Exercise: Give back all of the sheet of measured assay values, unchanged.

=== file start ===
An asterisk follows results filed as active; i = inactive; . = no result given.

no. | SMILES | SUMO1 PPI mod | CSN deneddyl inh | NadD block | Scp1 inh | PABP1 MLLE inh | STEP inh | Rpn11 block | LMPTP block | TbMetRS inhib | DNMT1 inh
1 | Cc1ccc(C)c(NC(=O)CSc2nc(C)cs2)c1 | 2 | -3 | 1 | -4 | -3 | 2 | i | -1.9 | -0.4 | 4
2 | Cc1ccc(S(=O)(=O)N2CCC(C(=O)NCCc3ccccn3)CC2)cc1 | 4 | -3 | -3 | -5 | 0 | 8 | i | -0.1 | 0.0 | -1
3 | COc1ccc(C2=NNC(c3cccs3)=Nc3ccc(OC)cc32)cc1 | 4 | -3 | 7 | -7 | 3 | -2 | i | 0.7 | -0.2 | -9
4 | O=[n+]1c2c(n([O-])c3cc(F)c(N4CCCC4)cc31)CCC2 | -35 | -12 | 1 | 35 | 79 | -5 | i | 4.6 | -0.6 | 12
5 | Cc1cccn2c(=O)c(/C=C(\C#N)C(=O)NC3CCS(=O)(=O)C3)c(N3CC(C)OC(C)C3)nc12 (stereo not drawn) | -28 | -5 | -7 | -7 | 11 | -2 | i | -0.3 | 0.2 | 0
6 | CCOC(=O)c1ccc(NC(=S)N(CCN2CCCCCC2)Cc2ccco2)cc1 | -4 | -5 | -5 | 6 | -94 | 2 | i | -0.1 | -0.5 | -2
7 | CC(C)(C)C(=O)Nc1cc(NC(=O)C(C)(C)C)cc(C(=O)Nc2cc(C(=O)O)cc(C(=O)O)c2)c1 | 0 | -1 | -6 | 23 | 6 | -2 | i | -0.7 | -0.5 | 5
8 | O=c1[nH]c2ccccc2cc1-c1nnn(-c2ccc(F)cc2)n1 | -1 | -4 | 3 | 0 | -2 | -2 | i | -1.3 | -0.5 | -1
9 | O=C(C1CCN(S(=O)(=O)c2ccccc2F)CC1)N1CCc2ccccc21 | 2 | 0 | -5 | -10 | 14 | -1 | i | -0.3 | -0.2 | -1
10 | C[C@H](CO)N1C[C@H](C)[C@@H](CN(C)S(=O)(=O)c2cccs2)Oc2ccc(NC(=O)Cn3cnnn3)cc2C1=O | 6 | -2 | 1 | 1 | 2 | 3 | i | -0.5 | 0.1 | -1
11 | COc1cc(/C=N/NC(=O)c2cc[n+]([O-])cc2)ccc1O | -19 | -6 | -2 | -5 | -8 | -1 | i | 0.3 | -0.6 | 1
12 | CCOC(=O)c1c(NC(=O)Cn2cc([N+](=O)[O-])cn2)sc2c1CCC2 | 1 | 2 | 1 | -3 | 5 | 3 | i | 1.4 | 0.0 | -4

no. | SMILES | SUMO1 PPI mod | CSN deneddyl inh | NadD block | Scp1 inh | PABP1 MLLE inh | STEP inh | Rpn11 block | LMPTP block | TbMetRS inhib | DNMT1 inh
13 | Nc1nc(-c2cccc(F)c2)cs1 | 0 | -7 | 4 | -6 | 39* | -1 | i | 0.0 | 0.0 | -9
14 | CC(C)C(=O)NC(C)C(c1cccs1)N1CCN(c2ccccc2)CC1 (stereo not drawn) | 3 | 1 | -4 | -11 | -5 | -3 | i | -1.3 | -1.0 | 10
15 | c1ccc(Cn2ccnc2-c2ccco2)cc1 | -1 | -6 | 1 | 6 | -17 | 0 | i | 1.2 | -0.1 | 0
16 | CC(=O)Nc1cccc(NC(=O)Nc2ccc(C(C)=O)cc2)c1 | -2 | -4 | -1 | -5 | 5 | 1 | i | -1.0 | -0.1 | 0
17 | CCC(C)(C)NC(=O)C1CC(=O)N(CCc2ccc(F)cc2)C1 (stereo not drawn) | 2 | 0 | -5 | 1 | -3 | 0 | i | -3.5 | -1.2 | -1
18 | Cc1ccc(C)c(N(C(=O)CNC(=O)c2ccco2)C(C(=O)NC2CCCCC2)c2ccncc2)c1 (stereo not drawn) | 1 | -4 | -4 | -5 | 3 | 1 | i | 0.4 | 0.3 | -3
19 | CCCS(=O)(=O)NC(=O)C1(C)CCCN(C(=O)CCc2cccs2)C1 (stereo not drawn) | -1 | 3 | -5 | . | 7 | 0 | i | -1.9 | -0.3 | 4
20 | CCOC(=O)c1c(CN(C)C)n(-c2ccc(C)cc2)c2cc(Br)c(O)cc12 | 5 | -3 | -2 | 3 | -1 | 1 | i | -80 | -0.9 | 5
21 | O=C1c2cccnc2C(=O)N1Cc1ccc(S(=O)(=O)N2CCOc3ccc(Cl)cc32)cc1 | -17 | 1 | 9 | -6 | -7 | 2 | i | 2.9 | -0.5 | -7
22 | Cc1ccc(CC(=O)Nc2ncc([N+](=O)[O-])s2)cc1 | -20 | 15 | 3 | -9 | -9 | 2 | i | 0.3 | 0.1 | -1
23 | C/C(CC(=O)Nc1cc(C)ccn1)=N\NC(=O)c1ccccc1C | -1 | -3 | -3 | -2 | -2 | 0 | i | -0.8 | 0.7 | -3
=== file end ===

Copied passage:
An asterisk follows results filed as active; i = inactive; . = no result given.

no. | SMILES | SUMO1 PPI mod | CSN deneddyl inh | NadD block | Scp1 inh | PABP1 MLLE inh | STEP inh | Rpn11 block | LMPTP block | TbMetRS inhib | DNMT1 inh
1 | Cc1ccc(C)c(NC(=O)CSc2nc(C)cs2)c1 | 2 | -3 | 1 | -4 | -3 | 2 | i | -1.9 | -0.4 | 4
2 | Cc1ccc(S(=O)(=O)N2CCC(C(=O)NCCc3ccccn3)CC2)cc1 | 4 | -3 | -3 | -5 | 0 | 8 | i | -0.1 | 0.0 | -1
3 | COc1ccc(C2=NNC(c3cccs3)=Nc3ccc(OC)cc32)cc1 | 4 | -3 | 7 | -7 | 3 | -2 | i | 0.7 | -0.2 | -9
4 | O=[n+]1c2c(n([O-])c3cc(F)c(N4CCCC4)cc31)CCC2 | -35 | -12 | 1 | 35 | 79 | -5 | i | 4.6 | -0.6 | 12
5 | Cc1cccn2c(=O)c(/C=C(\C#N)C(=O)NC3CCS(=O)(=O)C3)c(N3CC(C)OC(C)C3)nc12 (stereo not drawn) | -28 | -5 | -7 | -7 | 11 | -2 | i | -0.3 | 0.2 | 0
6 | CCOC(=O)c1ccc(NC(=S)N(CCN2CCCCCC2)Cc2ccco2)cc1 | -4 | -5 | -5 | 6 | -94 | 2 | i | -0.1 | -0.5 | -2
7 | CC(C)(C)C(=O)Nc1cc(NC(=O)C(C)(C)C)cc(C(=O)Nc2cc(C(=O)O)cc(C(=O)O)c2)c1 | 0 | -1 | -6 | 23 | 6 | -2 | i | -0.7 | -0.5 | 5
8 | O=c1[nH]c2ccccc2cc1-c1nnn(-c2ccc(F)cc2)n1 | -1 | -4 | 3 | 0 | -2 | -2 | i | -1.3 | -0.5 | -1
9 | O=C(C1CCN(S(=O)(=O)c2ccccc2F)CC1)N1CCc2ccccc21 | 2 | 0 | -5 | -10 | 14 | -1 | i | -0.3 | -0.2 | -1
10 | C[C@H](CO)N1C[C@H](C)[C@@H](CN(C)S(=O)(=O)c2cccs2)Oc2ccc(NC(=O)Cn3cnnn3)cc2C1=O | 6 | -2 | 1 | 1 | 2 | 3 | i | -0.5 | 0.1 | -1
11 | COc1cc(/C=N/NC(=O)c2cc[n+]([O-])cc2)ccc1O | -19 | -6 | -2 | -5 | -8 | -1 | i | 0.3 | -0.6 | 1
12 | CCOC(=O)c1c(NC(=O)Cn2cc([N+](=O)[O-])cn2)sc2c1CCC2 | 1 | 2 | 1 | -3 | 5 | 3 | i | 1.4 | 0.0 | -4

no. | SMILES | SUMO1 PPI mod | CSN deneddyl inh | NadD block | Scp1 inh | PABP1 MLLE inh | STEP inh | Rpn11 block | LMPTP block | TbMetRS inhib | DNMT1 inh
13 | Nc1nc(-c2cccc(F)c2)cs1 | 0 | -7 | 4 | -6 | 39* | -1 | i | 0.0 | 0.0 | -9
14 | CC(C)C(=O)NC(C)C(c1cccs1)N1CCN(c2ccccc2)CC1 (stereo not drawn) | 3 | 1 | -4 | -11 | -5 | -3 | i | -1.3 | -1.0 | 10
15 | c1ccc(Cn2ccnc2-c2ccco2)cc1 | -1 | -6 | 1 | 6 | -17 | 0 | i | 1.2 | -0.1 | 0
16 | CC(=O)Nc1cccc(NC(=O)Nc2ccc(C(C)=O)cc2)c1 | -2 | -4 | -1 | -5 | 5 | 1 | i | -1.0 | -0.1 | 0
17 | CCC(C)(C)NC(=O)C1CC(=O)N(CCc2ccc(F)cc2)C1 (stereo not drawn) | 2 | 0 | -5 | 1 | -3 | 0 | i | -3.5 | -1.2 | -1
18 | Cc1ccc(C)c(N(C(=O)CNC(=O)c2ccco2)C(C(=O)NC2CCCCC2)c2ccncc2)c1 (stereo not drawn) | 1 | -4 | -4 | -5 | 3 | 1 | i | 0.4 | 0.3 | -3
19 | CCCS(=O)(=O)NC(=O)C1(C)CCCN(C(=O)CCc2cccs2)C1 (stereo not drawn) | -1 | 3 | -5 | . | 7 | 0 | i | -1.9 | -0.3 | 4
20 | CCOC(=O)c1c(CN(C)C)n(-c2ccc(C)cc2)c2cc(Br)c(O)cc12 | 5 | -3 | -2 | 3 | -1 | 1 | i | -80 | -0.9 | 5
21 | O=C1c2cccnc2C(=O)N1Cc1ccc(S(=O)(=O)N2CCOc3ccc(Cl)cc32)cc1 | -17 | 1 | 9 | -6 | -7 | 2 | i | 2.9 | -0.5 | -7
22 | Cc1ccc(CC(=O)Nc2ncc([N+](=O)[O-])s2)cc1 | -20 | 15 | 3 | -9 | -9 | 2 | i | 0.3 | 0.1 | -1
23 | C/C(CC(=O)Nc1cc(C)ccn1)=N\NC(=O)c1ccccc1C | -1 | -3 | -3 | -2 | -2 | 0 | i | -0.8 | 0.7 | -3